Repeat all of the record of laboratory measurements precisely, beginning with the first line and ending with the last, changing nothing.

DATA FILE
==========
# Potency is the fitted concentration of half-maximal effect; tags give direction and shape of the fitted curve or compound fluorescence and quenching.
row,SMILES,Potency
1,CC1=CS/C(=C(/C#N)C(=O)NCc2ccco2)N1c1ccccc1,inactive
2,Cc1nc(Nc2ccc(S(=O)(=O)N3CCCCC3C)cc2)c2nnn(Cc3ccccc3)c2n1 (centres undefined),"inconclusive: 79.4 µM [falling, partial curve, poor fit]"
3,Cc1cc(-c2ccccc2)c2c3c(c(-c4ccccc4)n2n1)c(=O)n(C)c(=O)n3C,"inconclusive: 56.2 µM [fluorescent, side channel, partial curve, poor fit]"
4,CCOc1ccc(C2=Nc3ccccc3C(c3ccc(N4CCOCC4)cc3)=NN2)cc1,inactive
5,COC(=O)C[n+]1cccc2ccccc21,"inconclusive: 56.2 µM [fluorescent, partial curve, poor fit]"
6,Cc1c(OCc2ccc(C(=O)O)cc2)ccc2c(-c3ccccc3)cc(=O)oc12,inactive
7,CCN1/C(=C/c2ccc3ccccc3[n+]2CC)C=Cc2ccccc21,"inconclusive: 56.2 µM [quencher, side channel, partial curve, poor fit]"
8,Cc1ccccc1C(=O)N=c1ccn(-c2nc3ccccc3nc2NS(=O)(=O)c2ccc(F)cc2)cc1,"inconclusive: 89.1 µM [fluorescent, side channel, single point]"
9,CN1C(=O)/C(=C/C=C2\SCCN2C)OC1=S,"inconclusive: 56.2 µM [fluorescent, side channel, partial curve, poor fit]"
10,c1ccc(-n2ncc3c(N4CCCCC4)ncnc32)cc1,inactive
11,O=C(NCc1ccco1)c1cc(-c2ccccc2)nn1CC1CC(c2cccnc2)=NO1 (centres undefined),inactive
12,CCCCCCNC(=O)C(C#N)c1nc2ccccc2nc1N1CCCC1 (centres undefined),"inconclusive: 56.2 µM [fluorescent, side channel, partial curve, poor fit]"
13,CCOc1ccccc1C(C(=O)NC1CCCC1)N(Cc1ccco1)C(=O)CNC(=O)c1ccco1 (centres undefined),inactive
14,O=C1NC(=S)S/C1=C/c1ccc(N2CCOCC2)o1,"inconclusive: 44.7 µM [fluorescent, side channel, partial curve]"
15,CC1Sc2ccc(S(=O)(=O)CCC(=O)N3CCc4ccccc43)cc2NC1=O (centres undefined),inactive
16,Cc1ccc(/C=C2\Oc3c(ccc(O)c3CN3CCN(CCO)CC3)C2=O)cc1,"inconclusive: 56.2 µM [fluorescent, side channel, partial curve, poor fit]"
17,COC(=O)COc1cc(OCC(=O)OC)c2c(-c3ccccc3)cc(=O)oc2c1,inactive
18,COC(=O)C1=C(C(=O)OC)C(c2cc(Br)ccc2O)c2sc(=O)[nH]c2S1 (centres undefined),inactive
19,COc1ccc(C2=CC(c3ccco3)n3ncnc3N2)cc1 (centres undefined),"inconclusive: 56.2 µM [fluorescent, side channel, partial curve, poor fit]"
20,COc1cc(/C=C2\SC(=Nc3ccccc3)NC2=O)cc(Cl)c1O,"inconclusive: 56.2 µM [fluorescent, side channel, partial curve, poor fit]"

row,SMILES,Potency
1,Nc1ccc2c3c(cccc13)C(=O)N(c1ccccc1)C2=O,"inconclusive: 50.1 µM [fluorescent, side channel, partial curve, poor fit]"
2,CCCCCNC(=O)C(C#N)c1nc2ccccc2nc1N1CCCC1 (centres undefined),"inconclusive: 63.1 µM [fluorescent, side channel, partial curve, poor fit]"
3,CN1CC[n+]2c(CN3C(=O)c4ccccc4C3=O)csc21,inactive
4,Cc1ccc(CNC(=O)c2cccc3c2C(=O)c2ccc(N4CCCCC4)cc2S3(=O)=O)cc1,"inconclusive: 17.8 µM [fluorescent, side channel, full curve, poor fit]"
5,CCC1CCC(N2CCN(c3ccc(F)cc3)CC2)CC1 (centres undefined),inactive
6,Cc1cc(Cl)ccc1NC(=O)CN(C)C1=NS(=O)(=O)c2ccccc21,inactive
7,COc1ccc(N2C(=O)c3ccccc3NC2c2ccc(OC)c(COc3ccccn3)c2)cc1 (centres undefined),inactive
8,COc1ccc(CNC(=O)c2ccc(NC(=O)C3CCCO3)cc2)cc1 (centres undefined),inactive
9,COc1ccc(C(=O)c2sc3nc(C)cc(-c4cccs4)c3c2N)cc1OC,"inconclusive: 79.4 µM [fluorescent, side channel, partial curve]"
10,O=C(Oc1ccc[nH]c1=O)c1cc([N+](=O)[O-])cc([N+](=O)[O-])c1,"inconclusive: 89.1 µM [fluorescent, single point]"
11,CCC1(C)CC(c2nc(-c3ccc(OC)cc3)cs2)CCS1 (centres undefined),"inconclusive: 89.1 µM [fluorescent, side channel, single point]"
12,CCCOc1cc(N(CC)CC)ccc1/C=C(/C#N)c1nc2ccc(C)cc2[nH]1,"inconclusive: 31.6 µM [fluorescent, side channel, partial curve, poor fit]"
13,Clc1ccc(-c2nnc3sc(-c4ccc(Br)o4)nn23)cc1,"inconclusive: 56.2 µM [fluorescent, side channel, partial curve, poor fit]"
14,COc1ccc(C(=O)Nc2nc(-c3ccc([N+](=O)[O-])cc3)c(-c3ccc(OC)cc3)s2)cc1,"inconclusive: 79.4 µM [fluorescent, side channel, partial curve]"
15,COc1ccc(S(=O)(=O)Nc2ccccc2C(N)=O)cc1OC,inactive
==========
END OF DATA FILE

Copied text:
# Potency is the fitted concentration of half-maximal effect; tags give direction and shape of the fitted curve or compound fluorescence and quenching.
row,SMILES,Potency
1,CC1=CS/C(=C(/C#N)C(=O)NCc2ccco2)N1c1ccccc1,inactive
2,Cc1nc(Nc2ccc(S(=O)(=O)N3CCCCC3C)cc2)c2nnn(Cc3ccccc3)c2n1 (centres undefined),"inconclusive: 79.4 µM [falling, partial curve, poor fit]"
3,Cc1cc(-c2ccccc2)c2c3c(c(-c4ccccc4)n2n1)c(=O)n(C)c(=O)n3C,"inconclusive: 56.2 µM [fluorescent, side channel, partial curve, poor fit]"
4,CCOc1ccc(C2=Nc3ccccc3C(c3ccc(N4CCOCC4)cc3)=NN2)cc1,inactive
5,COC(=O)C[n+]1cccc2ccccc21,"inconclusive: 56.2 µM [fluorescent, partial curve, poor fit]"
6,Cc1c(OCc2ccc(C(=O)O)cc2)ccc2c(-c3ccccc3)cc(=O)oc12,inactive
7,CCN1/C(=C/c2ccc3ccccc3[n+]2CC)C=Cc2ccccc21,"inconclusive: 56.2 µM [quencher, side channel, partial curve, poor fit]"
8,Cc1ccccc1C(=O)N=c1ccn(-c2nc3ccccc3nc2NS(=O)(=O)c2ccc(F)cc2)cc1,"inconclusive: 89.1 µM [fluorescent, side channel, single point]"
9,CN1C(=O)/C(=C/C=C2\SCCN2C)OC1=S,"inconclusive: 56.2 µM [fluorescent, side channel, partial curve, poor fit]"
10,c1ccc(-n2ncc3c(N4CCCCC4)ncnc32)cc1,inactive
11,O=C(NCc1ccco1)c1cc(-c2ccccc2)nn1CC1CC(c2cccnc2)=NO1 (centres undefined),inactive
12,CCCCCCNC(=O)C(C#N)c1nc2ccccc2nc1N1CCCC1 (centres undefined),"inconclusive: 56.2 µM [fluorescent, side channel, partial curve, poor fit]"
13,CCOc1ccccc1C(C(=O)NC1CCCC1)N(Cc1ccco1)C(=O)CNC(=O)c1ccco1 (centres undefined),inactive
14,O=C1NC(=S)S/C1=C/c1ccc(N2CCOCC2)o1,"inconclusive: 44.7 µM [fluorescent, side channel, partial curve]"
15,CC1Sc2ccc(S(=O)(=O)CCC(=O)N3CCc4ccccc43)cc2NC1=O (centres undefined),inactive
16,Cc1ccc(/C=C2\Oc3c(ccc(O)c3CN3CCN(CCO)CC3)C2=O)cc1,"inconclusive: 56.2 µM [fluorescent, side channel, partial curve, poor fit]"
17,COC(=O)COc1cc(OCC(=O)OC)c2c(-c3ccccc3)cc(=O)oc2c1,inactive
18,COC(=O)C1=C(C(=O)OC)C(c2cc(Br)ccc2O)c2sc(=O)[nH]c2S1 (centres undefined),inactive
19,COc1ccc(C2=CC(c3ccco3)n3ncnc3N2)cc1 (centres undefined),"inconclusive: 56.2 µM [fluorescent, side channel, partial curve, poor fit]"
20,COc1cc(/C=C2\SC(=Nc3ccccc3)NC2=O)cc(Cl)c1O,"inconclusive: 56.2 µM [fluorescent, side channel, partial curve, poor fit]"

row,SMILES,Potency
1,Nc1ccc2c3c(cccc13)C(=O)N(c1ccccc1)C2=O,"inconclusive: 50.1 µM [fluorescent, side channel, partial curve, poor fit]"
2,CCCCCNC(=O)C(C#N)c1nc2ccccc2nc1N1CCCC1 (centres undefined),"inconclusive: 63.1 µM [fluorescent, side channel, partial curve, poor fit]"
3,CN1CC[n+]2c(CN3C(=O)c4ccccc4C3=O)csc21,inactive
4,Cc1ccc(CNC(=O)c2cccc3c2C(=O)c2ccc(N4CCCCC4)cc2S3(=O)=O)cc1,"inconclusive: 17.8 µM [fluorescent, side channel, full curve, poor fit]"
5,CCC1CCC(N2CCN(c3ccc(F)cc3)CC2)CC1 (centres undefined),inactive
6,Cc1cc(Cl)ccc1NC(=O)CN(C)C1=NS(=O)(=O)c2ccccc21,inactive
7,COc1ccc(N2C(=O)c3ccccc3NC2c2ccc(OC)c(COc3ccccn3)c2)cc1 (centres undefined),inactive
8,COc1ccc(CNC(=O)c2ccc(NC(=O)C3CCCO3)cc2)cc1 (centres undefined),inactive
9,COc1ccc(C(=O)c2sc3nc(C)cc(-c4cccs4)c3c2N)cc1OC,"inconclusive: 79.4 µM [fluorescent, side channel, partial curve]"
10,O=C(Oc1ccc[nH]c1=O)c1cc([N+](=O)[O-])cc([N+](=O)[O-])c1,"inconclusive: 89.1 µM [fluorescent, single point]"
11,CCC1(C)CC(c2nc(-c3ccc(OC)cc3)cs2)CCS1 (centres undefined),"inconclusive: 89.1 µM [fluorescent, side channel, single point]"
12,CCCOc1cc(N(CC)CC)ccc1/C=C(/C#N)c1nc2ccc(C)cc2[nH]1,"inconclusive: 31.6 µM [fluorescent, side channel, partial curve, poor fit]"
13,Clc1ccc(-c2nnc3sc(-c4ccc(Br)o4)nn23)cc1,"inconclusive: 56.2 µM [fluorescent, side channel, partial curve, poor fit]"
14,COc1ccc(C(=O)Nc2nc(-c3ccc([N+](=O)[O-])cc3)c(-c3ccc(OC)cc3)s2)cc1,"inconclusive: 79.4 µM [fluorescent, side channel, partial curve]"
15,COc1ccc(S(=O)(=O)Nc2ccccc2C(N)=O)cc1OC,inactive